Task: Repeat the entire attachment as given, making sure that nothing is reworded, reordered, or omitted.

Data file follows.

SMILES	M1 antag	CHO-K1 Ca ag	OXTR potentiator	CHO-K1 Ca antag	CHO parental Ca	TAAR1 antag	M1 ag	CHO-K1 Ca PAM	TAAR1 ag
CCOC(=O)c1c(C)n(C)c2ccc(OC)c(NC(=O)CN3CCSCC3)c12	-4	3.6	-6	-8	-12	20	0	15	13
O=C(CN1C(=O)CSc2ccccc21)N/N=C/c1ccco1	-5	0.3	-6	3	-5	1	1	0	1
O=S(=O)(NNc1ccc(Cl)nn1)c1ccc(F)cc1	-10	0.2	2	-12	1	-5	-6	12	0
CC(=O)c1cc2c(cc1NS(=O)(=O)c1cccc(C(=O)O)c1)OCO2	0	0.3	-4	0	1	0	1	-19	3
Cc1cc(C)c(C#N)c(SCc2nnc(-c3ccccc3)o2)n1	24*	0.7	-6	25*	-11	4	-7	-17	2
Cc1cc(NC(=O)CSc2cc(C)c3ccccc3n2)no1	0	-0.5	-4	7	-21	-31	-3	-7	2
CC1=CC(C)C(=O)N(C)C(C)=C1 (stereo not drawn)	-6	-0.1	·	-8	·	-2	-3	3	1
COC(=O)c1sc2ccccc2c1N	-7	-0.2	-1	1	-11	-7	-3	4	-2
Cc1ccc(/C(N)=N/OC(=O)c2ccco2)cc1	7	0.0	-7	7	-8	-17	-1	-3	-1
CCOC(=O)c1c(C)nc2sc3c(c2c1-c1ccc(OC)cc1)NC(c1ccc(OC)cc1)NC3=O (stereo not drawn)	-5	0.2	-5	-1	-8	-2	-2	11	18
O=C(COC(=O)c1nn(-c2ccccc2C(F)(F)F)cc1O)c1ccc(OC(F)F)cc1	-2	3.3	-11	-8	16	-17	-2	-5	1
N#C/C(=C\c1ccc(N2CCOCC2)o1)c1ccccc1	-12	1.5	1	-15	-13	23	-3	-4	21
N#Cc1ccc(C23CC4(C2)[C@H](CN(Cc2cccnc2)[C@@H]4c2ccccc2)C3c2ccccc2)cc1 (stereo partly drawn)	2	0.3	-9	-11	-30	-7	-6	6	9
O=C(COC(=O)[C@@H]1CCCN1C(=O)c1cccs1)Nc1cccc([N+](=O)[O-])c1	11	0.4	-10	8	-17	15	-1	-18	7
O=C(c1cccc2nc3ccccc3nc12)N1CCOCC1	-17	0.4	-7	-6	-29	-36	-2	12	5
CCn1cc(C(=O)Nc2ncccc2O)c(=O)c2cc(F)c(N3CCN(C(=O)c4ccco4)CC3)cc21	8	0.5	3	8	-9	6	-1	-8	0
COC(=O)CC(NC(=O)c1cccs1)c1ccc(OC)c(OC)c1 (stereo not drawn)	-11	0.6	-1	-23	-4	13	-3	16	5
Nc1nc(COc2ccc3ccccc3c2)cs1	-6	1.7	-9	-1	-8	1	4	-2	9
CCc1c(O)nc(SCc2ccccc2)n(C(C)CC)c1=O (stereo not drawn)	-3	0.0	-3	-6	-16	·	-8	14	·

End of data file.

SMILES	M1 antag	CHO-K1 Ca ag	OXTR potentiator	CHO-K1 Ca antag	CHO parental Ca	TAAR1 antag	M1 ag	CHO-K1 Ca PAM	TAAR1 ag
CCOC(=O)c1c(C)n(C)c2ccc(OC)c(NC(=O)CN3CCSCC3)c12	-4	3.6	-6	-8	-12	20	0	15	13
O=C(CN1C(=O)CSc2ccccc21)N/N=C/c1ccco1	-5	0.3	-6	3	-5	1	1	0	1
O=S(=O)(NNc1ccc(Cl)nn1)c1ccc(F)cc1	-10	0.2	2	-12	1	-5	-6	12	0
CC(=O)c1cc2c(cc1NS(=O)(=O)c1cccc(C(=O)O)c1)OCO2	0	0.3	-4	0	1	0	1	-19	3
Cc1cc(C)c(C#N)c(SCc2nnc(-c3ccccc3)o2)n1	24*	0.7	-6	25*	-11	4	-7	-17	2
Cc1cc(NC(=O)CSc2cc(C)c3ccccc3n2)no1	0	-0.5	-4	7	-21	-31	-3	-7	2
CC1=CC(C)C(=O)N(C)C(C)=C1 (stereo not drawn)	-6	-0.1	·	-8	·	-2	-3	3	1
COC(=O)c1sc2ccccc2c1N	-7	-0.2	-1	1	-11	-7	-3	4	-2
Cc1ccc(/C(N)=N/OC(=O)c2ccco2)cc1	7	0.0	-7	7	-8	-17	-1	-3	-1
CCOC(=O)c1c(C)nc2sc3c(c2c1-c1ccc(OC)cc1)NC(c1ccc(OC)cc1)NC3=O (stereo not drawn)	-5	0.2	-5	-1	-8	-2	-2	11	18
O=C(COC(=O)c1nn(-c2ccccc2C(F)(F)F)cc1O)c1ccc(OC(F)F)cc1	-2	3.3	-11	-8	16	-17	-2	-5	1
N#C/C(=C\c1ccc(N2CCOCC2)o1)c1ccccc1	-12	1.5	1	-15	-13	23	-3	-4	21
N#Cc1ccc(C23CC4(C2)[C@H](CN(Cc2cccnc2)[C@@H]4c2ccccc2)C3c2ccccc2)cc1 (stereo partly drawn)	2	0.3	-9	-11	-30	-7	-6	6	9
O=C(COC(=O)[C@@H]1CCCN1C(=O)c1cccs1)Nc1cccc([N+](=O)[O-])c1	11	0.4	-10	8	-17	15	-1	-18	7
O=C(c1cccc2nc3ccccc3nc12)N1CCOCC1	-17	0.4	-7	-6	-29	-36	-2	12	5
CCn1cc(C(=O)Nc2ncccc2O)c(=O)c2cc(F)c(N3CCN(C(=O)c4ccco4)CC3)cc21	8	0.5	3	8	-9	6	-1	-8	0
COC(=O)CC(NC(=O)c1cccs1)c1ccc(OC)c(OC)c1 (stereo not drawn)	-11	0.6	-1	-23	-4	13	-3	16	5
Nc1nc(COc2ccc3ccccc3c2)cs1	-6	1.7	-9	-1	-8	1	4	-2	9
CCc1c(O)nc(SCc2ccccc2)n(C(C)CC)c1=O (stereo not drawn)	-3	0.0	-3	-6	-16	·	-8	14	·